The Juneau Police Department website has become a model for other departments across the country. And one of its most popular programs has just expanded.
You can now search Ask A Dispatcher by keyword and may be able to get an instant answer. Lieutenant Kris Sell says many of the questions coming in are on similar themes.
“We’re finding that as people are spending more time on the Internet getting something right now is very important. So this allows people to do that on our website,” says Sell. “But if they have a unique situation and prior questions on a similar topic don’t answer their question, then they can write to us and usually within a couple of days we can get an answer back to us.”
Seven key words are now identified on the site, ranging from driving, which has been addressed about 70 times, to fireworks, a popular question around Independence Day and New Year’s.
Ask a Dispatcher started in September 2009. Since then it’s been recognized as cutting edge by the International Association of Chiefs of Police.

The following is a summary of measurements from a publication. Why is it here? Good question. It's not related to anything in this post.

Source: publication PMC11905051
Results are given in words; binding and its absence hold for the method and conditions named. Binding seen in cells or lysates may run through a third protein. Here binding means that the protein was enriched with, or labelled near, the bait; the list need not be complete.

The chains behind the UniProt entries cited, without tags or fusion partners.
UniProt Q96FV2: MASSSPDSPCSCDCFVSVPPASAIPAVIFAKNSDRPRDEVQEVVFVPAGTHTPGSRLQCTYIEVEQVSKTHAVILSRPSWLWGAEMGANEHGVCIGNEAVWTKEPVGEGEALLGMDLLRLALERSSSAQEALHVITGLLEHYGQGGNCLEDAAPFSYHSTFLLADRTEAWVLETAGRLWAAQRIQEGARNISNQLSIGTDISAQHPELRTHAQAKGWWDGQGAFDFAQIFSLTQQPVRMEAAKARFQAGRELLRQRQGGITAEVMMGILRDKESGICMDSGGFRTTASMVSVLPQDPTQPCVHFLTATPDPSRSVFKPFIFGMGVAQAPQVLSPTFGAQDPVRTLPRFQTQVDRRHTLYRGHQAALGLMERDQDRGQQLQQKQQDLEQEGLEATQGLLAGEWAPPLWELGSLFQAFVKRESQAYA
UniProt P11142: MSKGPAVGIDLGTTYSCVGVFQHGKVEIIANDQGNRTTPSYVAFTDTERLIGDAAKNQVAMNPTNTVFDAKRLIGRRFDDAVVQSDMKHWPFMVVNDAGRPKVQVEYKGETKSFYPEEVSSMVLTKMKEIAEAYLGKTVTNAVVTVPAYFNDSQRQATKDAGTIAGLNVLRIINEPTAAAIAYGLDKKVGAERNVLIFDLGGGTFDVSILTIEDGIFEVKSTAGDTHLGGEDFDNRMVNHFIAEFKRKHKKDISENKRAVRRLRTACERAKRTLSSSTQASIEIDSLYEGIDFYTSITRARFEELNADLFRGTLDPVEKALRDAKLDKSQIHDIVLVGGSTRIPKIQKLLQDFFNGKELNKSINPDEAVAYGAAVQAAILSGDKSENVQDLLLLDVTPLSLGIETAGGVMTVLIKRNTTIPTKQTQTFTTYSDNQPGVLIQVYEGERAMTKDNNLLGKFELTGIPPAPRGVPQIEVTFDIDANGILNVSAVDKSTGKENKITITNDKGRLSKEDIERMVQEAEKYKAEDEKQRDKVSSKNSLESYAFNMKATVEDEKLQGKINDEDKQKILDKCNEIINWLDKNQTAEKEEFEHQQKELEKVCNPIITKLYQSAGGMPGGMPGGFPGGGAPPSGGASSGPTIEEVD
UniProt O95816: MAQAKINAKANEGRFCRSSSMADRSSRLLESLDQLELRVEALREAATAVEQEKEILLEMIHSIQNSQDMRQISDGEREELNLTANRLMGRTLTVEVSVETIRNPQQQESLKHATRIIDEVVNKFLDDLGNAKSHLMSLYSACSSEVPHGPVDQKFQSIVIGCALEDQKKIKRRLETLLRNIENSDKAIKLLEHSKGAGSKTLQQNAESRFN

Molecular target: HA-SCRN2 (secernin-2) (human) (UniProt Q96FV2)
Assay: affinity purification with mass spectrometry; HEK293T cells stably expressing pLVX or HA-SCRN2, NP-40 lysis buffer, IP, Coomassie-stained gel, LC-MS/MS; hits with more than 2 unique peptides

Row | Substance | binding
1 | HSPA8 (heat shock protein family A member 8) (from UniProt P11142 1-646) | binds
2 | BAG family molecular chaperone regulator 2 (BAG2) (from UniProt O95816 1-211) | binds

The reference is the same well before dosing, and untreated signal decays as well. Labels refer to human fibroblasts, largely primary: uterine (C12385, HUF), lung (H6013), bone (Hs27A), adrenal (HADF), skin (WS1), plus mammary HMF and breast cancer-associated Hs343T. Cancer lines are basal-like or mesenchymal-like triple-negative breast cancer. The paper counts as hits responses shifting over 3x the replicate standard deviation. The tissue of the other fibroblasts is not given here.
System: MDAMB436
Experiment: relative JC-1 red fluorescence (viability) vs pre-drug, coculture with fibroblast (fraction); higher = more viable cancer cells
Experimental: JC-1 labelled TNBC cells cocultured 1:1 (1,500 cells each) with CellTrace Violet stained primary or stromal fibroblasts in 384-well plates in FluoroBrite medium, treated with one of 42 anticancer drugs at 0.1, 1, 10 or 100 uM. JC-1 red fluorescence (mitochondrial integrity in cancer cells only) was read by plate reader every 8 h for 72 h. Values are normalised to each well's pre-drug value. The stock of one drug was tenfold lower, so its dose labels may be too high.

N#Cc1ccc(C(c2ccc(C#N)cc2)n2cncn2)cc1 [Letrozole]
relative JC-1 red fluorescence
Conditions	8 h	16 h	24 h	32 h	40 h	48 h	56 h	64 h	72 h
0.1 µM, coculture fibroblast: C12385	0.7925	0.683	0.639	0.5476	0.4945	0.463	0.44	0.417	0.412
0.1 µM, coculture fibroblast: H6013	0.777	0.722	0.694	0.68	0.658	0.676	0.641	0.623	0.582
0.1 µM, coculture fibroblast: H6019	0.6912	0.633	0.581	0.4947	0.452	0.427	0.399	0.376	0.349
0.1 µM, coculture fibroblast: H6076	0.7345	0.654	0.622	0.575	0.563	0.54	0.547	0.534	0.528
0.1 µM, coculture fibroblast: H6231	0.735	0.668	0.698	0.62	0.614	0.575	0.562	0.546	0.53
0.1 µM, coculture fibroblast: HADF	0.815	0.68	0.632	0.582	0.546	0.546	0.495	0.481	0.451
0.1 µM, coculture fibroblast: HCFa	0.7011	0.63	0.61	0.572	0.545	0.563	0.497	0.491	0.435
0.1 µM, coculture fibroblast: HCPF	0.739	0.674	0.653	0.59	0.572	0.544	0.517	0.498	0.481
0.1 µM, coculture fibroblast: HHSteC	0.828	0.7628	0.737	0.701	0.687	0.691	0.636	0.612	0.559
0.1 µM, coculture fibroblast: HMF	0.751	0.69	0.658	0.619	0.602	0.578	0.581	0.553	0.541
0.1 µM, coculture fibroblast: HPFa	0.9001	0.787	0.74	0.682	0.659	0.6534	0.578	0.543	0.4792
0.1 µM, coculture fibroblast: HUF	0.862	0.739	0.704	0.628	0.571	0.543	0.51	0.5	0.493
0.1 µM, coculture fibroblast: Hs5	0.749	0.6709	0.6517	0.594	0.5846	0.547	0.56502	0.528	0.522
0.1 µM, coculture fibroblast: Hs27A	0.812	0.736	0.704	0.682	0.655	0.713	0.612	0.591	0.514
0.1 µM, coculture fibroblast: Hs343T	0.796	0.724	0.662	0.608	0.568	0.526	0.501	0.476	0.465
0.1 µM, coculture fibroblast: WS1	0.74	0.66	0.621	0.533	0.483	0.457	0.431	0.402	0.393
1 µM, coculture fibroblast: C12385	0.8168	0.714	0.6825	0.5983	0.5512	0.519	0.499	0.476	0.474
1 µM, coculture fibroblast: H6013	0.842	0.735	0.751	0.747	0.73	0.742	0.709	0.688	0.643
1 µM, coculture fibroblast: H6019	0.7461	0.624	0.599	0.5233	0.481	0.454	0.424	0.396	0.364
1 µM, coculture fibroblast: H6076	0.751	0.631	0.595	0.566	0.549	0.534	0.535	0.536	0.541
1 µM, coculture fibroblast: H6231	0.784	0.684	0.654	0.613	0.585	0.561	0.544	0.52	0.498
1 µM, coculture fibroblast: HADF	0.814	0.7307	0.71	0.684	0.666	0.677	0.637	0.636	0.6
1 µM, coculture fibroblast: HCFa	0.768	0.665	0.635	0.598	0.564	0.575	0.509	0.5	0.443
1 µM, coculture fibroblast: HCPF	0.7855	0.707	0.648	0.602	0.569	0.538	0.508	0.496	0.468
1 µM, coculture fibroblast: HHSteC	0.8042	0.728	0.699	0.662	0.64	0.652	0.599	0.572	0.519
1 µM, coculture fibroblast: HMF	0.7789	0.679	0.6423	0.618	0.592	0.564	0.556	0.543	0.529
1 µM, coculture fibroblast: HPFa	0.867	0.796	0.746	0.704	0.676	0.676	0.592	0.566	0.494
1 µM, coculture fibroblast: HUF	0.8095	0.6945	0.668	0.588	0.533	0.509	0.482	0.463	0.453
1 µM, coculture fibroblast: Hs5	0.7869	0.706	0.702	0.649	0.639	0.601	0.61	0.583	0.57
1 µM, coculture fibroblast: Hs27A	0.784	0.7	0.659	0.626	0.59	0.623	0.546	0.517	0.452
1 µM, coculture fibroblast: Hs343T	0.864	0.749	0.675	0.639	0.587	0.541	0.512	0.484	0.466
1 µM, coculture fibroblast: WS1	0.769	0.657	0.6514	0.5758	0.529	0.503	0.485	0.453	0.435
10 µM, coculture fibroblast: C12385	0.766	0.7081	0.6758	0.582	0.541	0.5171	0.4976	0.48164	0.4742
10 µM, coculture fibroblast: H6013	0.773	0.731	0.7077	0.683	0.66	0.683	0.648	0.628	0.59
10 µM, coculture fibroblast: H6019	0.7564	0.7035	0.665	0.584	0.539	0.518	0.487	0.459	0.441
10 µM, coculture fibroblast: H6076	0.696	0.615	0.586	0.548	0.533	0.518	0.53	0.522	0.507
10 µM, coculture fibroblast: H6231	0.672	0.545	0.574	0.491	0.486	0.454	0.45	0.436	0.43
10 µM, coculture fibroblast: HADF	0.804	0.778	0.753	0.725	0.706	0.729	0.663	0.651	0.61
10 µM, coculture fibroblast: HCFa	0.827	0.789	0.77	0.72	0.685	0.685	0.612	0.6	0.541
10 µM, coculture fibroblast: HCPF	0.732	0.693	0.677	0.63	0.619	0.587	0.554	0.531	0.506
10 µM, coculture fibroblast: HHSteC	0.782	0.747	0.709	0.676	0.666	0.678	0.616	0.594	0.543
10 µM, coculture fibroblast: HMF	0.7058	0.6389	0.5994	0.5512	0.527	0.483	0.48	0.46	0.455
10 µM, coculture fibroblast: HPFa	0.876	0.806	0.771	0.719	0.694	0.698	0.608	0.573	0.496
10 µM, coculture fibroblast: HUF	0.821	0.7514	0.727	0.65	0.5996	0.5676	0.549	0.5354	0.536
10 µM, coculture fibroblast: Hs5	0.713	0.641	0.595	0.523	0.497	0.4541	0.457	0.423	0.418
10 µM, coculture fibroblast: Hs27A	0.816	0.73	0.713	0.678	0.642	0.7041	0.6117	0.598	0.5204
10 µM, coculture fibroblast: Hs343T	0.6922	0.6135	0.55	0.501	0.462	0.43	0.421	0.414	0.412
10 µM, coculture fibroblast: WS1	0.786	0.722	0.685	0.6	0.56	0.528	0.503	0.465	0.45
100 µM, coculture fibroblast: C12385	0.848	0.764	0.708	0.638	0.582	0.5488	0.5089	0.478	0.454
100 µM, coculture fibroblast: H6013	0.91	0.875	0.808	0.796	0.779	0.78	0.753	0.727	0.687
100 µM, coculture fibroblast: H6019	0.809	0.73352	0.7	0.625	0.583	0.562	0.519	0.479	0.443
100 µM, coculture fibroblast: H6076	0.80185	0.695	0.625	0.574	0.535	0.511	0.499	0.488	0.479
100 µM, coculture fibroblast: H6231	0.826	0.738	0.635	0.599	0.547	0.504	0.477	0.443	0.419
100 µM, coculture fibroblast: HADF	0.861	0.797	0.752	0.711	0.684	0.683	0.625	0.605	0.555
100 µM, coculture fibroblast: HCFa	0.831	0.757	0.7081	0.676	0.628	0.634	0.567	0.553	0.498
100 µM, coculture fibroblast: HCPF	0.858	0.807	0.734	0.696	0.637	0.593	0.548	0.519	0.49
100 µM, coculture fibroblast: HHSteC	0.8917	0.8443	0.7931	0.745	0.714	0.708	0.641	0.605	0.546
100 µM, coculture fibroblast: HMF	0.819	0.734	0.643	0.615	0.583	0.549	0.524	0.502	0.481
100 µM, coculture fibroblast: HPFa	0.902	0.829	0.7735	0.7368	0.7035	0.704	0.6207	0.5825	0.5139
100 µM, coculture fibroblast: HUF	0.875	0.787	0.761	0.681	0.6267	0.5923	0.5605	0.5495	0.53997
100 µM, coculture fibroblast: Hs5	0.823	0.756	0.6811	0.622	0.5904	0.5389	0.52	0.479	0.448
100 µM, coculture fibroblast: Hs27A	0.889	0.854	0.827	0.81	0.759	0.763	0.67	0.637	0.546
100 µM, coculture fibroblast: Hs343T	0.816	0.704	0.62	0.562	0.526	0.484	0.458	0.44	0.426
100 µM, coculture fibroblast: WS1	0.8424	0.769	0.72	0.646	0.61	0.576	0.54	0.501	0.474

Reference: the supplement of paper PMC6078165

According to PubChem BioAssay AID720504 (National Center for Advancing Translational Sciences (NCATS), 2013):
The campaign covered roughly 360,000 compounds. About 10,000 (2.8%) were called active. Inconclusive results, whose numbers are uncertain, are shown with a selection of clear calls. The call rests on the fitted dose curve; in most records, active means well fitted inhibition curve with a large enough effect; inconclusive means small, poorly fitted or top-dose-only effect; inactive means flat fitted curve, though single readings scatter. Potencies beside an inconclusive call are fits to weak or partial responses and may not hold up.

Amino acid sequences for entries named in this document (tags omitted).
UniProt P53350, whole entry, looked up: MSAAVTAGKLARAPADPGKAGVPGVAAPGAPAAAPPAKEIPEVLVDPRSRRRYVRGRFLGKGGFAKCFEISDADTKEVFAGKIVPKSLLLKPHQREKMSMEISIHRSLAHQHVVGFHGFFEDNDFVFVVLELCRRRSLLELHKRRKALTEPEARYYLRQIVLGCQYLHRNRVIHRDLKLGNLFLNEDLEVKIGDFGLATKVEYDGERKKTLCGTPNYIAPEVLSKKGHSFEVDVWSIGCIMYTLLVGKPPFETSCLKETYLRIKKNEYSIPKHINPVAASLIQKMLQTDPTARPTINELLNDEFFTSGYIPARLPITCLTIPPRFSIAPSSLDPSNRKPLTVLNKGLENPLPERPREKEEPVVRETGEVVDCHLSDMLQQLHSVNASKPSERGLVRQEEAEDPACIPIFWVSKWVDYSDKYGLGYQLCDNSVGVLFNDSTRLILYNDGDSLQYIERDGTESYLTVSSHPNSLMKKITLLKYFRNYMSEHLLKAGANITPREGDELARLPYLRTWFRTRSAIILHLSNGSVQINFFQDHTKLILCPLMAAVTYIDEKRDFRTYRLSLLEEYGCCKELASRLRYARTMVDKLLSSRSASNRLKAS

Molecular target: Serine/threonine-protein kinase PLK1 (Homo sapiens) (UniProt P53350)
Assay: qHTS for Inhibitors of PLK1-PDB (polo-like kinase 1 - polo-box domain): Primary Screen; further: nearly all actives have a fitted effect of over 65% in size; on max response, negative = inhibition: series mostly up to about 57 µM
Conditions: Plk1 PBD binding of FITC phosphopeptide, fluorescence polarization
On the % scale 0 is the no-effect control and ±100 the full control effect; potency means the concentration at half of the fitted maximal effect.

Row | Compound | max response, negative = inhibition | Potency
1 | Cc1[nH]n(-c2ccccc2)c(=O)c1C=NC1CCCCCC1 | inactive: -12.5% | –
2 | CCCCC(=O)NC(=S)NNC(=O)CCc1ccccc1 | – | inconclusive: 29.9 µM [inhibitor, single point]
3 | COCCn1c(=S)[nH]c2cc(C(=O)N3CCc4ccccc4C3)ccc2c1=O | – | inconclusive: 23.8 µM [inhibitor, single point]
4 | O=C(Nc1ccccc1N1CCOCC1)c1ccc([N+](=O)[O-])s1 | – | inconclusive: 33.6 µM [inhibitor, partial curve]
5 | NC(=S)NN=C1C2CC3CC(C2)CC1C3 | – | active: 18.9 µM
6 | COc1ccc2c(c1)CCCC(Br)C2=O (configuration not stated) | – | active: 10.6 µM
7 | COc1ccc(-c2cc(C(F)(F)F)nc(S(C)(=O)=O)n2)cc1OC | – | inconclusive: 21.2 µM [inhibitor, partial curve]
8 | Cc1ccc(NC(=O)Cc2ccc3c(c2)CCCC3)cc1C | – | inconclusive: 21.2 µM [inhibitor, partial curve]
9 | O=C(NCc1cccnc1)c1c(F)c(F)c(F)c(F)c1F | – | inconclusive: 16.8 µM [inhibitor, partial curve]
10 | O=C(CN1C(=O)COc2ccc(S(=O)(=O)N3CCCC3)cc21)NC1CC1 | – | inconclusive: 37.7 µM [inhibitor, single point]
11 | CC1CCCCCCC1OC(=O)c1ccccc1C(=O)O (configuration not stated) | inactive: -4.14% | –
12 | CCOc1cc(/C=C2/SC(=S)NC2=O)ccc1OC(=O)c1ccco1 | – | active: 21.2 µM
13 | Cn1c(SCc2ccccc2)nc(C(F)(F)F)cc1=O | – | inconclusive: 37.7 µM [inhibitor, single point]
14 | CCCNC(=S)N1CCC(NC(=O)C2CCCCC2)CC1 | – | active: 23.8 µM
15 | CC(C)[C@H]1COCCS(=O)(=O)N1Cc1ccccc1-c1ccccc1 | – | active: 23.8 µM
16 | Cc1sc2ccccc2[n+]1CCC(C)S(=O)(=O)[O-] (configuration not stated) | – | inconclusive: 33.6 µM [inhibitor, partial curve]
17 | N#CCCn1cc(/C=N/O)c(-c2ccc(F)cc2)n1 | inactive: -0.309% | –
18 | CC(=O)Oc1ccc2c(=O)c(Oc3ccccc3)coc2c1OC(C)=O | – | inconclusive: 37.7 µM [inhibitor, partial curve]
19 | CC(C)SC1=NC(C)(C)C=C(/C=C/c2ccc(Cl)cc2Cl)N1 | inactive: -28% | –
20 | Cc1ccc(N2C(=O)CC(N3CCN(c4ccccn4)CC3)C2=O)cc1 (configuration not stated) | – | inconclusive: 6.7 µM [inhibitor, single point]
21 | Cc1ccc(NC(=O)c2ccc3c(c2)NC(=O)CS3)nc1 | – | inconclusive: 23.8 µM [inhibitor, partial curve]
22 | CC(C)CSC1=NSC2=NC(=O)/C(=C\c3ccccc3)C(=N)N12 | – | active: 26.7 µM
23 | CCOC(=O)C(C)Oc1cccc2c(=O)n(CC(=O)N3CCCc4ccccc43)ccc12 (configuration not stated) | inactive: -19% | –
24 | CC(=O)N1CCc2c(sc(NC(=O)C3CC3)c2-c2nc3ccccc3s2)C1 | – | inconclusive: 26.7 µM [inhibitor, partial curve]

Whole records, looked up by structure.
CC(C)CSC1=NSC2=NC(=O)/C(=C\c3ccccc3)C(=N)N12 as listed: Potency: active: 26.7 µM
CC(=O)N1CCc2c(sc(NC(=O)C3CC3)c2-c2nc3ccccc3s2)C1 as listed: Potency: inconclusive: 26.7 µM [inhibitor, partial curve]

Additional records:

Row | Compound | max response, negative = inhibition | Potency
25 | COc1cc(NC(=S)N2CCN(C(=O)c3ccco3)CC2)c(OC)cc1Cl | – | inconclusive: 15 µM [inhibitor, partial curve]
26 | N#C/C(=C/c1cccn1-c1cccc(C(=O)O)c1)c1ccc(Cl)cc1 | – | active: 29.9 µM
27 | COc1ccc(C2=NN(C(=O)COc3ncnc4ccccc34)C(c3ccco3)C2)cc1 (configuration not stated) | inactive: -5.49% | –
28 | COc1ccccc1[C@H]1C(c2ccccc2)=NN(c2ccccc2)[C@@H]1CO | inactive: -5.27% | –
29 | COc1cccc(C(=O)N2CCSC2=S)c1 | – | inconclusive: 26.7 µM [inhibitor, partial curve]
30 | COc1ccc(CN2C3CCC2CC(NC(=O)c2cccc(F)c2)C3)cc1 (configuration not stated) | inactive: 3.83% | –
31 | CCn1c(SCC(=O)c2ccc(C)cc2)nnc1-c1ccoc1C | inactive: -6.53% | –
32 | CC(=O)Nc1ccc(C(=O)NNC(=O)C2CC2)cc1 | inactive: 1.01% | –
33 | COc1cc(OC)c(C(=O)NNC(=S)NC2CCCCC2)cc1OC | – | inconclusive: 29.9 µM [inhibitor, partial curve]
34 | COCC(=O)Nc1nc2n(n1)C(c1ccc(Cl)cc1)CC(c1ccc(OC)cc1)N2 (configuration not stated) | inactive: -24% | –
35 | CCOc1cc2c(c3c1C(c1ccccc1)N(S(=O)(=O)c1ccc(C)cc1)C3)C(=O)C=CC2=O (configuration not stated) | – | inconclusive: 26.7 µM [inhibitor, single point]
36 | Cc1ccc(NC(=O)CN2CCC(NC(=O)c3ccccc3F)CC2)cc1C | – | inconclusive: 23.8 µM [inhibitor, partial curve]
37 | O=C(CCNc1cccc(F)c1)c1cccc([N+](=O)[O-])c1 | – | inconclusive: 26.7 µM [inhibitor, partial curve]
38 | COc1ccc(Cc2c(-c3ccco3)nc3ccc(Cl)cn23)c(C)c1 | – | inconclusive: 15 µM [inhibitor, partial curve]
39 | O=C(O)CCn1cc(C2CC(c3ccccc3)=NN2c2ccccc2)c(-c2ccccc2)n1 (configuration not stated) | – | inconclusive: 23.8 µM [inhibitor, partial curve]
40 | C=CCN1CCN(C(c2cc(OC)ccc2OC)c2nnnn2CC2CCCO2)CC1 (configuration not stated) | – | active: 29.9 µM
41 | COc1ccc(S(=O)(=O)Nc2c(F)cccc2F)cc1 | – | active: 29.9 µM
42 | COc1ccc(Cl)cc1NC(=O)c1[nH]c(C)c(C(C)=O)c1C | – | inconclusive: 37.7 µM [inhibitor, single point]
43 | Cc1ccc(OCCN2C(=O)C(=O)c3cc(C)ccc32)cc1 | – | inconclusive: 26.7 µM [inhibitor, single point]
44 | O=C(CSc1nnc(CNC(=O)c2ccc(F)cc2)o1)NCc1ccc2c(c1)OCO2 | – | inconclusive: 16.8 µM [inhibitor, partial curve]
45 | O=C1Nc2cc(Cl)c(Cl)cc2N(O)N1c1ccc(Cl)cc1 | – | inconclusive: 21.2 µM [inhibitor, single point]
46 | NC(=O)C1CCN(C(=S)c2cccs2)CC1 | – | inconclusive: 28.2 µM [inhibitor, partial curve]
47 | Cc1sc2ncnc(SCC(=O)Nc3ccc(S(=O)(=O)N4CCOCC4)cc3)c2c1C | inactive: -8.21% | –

You can also leave anonymous tips on the JPD website, through the Crime Line link.
“As soon as someone hits send it goes out to several supervisors within the department and we see that right away,” Sell says.
Another feature allows Juneau residents to find out what types of crime are happening in their part of town. Click on Crime Reports and you’ll find a Juneau map.
“Lots of people have expressed an interest in knowing what’s going on in their neighborhoods,” says Sell. “And we have that right at their fingertips where you can go in and see everything that’s going on.”
Sell says department research shows Juneau uses a lot of bandwidth and the theory is to treat everybody like the press. She calls it a by-product of having a “techy” chief. JPD Chief Greg Browning and Sell have made presentations on the JPD website; it has been pointed out at other police administration conferences as a model.
- State lawyers want the Supreme Court to reverse the lower court's decision to allow the Stand for Salmon ballot initiative to move forward.
- That's the conclusion of a study performed as Washington, D.C., rolled out its huge program. The city has one of the largest forces in the country, with some 2,600 officers now wearing cameras.
- A swath of downtown Juneau went dark for about a half hour on Friday morning. AEL&P blamed the outage on unspecified equipment failure in a feeder circuit.
- It aims to preserve Alaska Native culture by giving tribes and tribal organizations the ability to oversee local child welfare problems, rather than social workers coming in from outside their communities. That often results in children being removed from their communities.